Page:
Anna, of Anna’s Drawing Room, is a Finn born in France, who lives happily in Worthing. Anna (largely self-taught) is passionate about drawing, painting and printmaking, making work featuring plants and landscapes from both real and semi-imagined places. Her work is on Etsy, and will be at Ashdown Road Artists Festive Open House shopping weekend (15-16 December). Anna’s recent screen-prints, featuring trees, forests and leafy plants and playing with layered textures, will be at Colonnade House Worthing, 6-11 November.
There’s a green festival at the Other place, and they do a plenty of musical dreaming up the road, but what’s especially dear to the hearts of many Worthing folk is the future of the planet and questions of how we can support sustainability. This was the 3rd Green Dreams festival, where a very motley crew of organisations, activists and local businesses gathered to offer activities, information and opportunities to interact – with donkeys, chickens, trees, eco-materials and, of course, each other. A proper description would run to thousands of words and a full roll-call of participants would be a deadly list: look it up to find out more. Here are some of our favourites (without implying favouritism).
Transition Town Worthing was taking the opportunity to publicise their latest initiative: a repair cafe. We all now think about recycling and re-using, but perhaps we don’t always realise how much scope there is for repairing. It – sadly – often feels easier to throw away and buy new than it is to mend something. The repair cafe helps us jump this hurdle and steps into the gaps in our practice, our skills and our equipment by offering a space where we can bring broken stuff and meet volunteers who have the expertise and the equipment to help us save money and save waste by doing repairs.
Ferring Country Centre talked to us about the work they do in supporting adults with learning disabilities to be part of a working farm. Keep Lancing Lovely impressed – and shocked – us with their statistics on how much rubbish (much of it plastic) they clean up from the beach. They also offered bargain join-up fees: only a quid! We’d already heard tales of good effects to be had on hayfever by long-term eating of local honey and were happy to be able to buy a Tarring jar from Worthing Beekeepers, an expanding network open to novices, and with several new hives up and running. Food pioneers promised savoury coastal foraged delicacies – no need to go to Cornwall. The vast basket of bright and comfy cloth on display was part of the cloth nappy library – saving money, passing on expertise, while offering parents a social and support network too.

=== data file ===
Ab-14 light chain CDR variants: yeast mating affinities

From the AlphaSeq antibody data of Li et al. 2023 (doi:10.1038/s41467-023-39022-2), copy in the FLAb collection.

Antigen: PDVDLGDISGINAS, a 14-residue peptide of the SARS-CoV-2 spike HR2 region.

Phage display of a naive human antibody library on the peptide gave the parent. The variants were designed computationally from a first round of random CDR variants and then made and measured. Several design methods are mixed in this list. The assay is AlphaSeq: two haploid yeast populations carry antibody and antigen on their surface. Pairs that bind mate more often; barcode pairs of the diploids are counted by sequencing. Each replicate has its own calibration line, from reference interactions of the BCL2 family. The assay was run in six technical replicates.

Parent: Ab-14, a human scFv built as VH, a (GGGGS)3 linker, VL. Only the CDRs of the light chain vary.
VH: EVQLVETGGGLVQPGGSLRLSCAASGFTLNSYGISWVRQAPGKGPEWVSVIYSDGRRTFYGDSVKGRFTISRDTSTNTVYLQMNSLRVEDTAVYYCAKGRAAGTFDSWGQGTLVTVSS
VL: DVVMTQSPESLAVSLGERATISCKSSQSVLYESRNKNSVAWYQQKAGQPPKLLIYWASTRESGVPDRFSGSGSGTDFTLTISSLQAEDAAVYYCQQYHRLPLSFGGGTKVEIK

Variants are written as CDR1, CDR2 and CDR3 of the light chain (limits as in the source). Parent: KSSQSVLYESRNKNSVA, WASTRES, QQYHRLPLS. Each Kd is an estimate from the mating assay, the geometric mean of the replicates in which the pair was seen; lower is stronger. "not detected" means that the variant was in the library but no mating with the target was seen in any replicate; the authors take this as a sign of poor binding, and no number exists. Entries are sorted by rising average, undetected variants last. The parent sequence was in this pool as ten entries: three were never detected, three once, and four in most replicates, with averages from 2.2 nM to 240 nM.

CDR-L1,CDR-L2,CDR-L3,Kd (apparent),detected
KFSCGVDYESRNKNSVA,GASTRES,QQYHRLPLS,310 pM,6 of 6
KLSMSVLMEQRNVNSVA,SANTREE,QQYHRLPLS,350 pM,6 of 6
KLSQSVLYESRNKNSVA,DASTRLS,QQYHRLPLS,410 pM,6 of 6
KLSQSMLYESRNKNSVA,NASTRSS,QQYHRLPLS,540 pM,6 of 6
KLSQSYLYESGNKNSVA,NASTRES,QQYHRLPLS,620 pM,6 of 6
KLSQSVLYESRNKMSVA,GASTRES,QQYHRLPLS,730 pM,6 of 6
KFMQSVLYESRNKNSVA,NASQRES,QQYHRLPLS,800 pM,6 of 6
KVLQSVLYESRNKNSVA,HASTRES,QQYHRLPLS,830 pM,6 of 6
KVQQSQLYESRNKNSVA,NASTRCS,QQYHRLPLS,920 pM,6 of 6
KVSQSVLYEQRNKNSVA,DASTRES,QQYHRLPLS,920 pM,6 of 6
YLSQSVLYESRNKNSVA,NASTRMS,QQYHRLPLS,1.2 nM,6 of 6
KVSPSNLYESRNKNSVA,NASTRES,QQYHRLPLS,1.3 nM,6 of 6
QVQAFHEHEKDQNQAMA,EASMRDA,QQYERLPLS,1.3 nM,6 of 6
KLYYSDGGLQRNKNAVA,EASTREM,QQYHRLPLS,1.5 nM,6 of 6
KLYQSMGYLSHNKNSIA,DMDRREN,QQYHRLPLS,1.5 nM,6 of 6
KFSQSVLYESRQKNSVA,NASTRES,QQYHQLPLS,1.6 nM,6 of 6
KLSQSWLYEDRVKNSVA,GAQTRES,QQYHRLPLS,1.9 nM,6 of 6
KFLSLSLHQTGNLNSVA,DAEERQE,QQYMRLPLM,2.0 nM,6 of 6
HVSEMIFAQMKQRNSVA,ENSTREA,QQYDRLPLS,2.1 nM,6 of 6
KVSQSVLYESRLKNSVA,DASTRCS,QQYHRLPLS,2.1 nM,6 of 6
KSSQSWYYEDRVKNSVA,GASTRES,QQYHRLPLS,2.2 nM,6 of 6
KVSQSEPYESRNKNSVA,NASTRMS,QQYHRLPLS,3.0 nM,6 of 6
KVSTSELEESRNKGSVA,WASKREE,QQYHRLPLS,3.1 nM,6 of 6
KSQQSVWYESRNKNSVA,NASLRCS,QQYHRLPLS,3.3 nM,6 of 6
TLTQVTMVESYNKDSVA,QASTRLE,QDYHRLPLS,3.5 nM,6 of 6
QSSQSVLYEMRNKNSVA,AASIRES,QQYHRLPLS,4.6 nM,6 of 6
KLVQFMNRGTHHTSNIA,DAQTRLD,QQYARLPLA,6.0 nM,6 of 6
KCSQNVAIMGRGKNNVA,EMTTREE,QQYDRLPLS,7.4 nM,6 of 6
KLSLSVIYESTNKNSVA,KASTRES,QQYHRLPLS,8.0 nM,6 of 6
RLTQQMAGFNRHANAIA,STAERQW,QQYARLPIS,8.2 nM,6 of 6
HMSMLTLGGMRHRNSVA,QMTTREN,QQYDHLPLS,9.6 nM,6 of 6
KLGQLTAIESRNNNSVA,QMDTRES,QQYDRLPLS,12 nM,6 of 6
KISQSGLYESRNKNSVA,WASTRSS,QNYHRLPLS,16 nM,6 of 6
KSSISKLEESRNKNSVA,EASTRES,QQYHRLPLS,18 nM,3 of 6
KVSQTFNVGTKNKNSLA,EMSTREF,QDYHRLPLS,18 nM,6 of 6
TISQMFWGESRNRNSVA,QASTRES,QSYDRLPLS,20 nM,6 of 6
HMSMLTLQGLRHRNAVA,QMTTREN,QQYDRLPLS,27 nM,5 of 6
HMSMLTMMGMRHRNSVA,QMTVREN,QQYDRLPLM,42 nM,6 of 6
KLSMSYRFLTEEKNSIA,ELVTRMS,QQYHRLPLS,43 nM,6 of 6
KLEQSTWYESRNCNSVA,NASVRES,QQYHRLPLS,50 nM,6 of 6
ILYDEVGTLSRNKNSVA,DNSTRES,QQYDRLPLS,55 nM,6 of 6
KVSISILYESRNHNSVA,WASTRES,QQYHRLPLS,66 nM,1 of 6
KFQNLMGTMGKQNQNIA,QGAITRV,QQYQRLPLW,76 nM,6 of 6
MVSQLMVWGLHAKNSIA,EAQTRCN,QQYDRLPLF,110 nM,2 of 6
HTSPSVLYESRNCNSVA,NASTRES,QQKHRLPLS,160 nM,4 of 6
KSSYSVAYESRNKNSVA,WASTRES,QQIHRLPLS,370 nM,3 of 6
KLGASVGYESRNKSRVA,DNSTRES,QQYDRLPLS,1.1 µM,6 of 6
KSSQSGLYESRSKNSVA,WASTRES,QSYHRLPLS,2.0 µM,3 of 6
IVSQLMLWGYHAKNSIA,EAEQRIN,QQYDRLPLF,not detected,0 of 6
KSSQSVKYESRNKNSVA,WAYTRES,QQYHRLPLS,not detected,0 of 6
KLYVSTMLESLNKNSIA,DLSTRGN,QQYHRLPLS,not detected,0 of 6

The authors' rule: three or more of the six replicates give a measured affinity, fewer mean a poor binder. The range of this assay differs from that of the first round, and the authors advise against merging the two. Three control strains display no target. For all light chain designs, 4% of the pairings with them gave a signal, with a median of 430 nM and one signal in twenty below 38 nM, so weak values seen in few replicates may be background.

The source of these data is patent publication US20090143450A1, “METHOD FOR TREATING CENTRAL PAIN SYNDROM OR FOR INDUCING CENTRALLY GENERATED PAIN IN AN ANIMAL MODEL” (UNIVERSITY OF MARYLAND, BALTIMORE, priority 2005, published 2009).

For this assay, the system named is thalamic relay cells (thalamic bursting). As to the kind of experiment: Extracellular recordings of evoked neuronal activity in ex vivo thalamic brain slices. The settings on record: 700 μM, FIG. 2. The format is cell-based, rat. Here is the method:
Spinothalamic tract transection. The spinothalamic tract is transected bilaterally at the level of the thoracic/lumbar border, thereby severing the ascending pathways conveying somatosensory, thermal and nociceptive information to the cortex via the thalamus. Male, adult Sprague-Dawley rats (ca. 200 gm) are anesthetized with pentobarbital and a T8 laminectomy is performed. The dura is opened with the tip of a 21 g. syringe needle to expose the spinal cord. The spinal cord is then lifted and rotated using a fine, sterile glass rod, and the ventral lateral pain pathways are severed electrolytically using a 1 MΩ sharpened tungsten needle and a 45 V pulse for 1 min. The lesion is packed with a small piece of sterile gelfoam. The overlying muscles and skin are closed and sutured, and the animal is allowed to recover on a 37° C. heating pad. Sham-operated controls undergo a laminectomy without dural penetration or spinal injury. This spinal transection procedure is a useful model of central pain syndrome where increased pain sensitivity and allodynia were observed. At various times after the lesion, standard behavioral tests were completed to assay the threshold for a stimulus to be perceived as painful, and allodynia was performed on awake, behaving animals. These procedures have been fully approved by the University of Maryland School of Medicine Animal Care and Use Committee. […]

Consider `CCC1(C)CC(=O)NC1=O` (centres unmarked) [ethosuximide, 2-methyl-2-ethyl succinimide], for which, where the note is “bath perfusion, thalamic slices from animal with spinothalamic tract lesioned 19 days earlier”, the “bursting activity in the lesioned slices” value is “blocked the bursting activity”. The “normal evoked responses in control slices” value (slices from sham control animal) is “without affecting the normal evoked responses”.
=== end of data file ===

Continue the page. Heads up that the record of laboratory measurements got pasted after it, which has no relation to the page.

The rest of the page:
Just when we were lulled into peaceful and bucolic mode by all this, petting the donkeys and admiring the handiwork from Men in Sheds, a terrifying interlude … Sustainable Sussex / The Sussex Chilli farm was showing plump handsome chickens. As we clucked and cooed over them, a volunteer filled us in on chicken behaviour. “They’re carnivorous and quite vicious, actually. If you go in to feed them with an open wound on your leg, they’ll have it. And they chase and fight each other really violently.” As she multiplied chicken horror stories (too bloody for this blog, my dears), she explained that chickens come from velociraptors. Stunned by these revelations, we stumbled off to the comfort offered by Vice Puddings.
Green Dreams and its community-rooted initiatives feel several planets away from high-profile lifestyle blogging, from classy ethical fashion or from neo-Buddhist (and other) inspired self-cultivation movements, but they do share something. This is a realisation that change starts with us. With me. With you.
Corporate social responsibility (CSR – expecting big producers to address sustainability issues in their products) has been called out over and over – for hiding dirty practice along the way in the supply chain and for willfully engaging in greenwashing. This problem is so widespread and well-known by now that even the marketing sector is telling business to wake up. Without waste-shaming baby-boomers, millenials may have a head start here. Research is telling us that this generation is urgently seeking change, has different values from its predecessors and is ready to live differently in pursuit of those values.
These days, to want to step towards sustainable and green living, you don’t have to be part of neo-indigeneity or of longstanding spiritual visions for ethical stewardship of a sacred earth, and there’s absolutely no need to go hug trees or chant to Gaia if you don’t want to. We just have to feel ready to stop the endless cycle of want-and-waste that has not been making any of us happy since it began. And we can start local.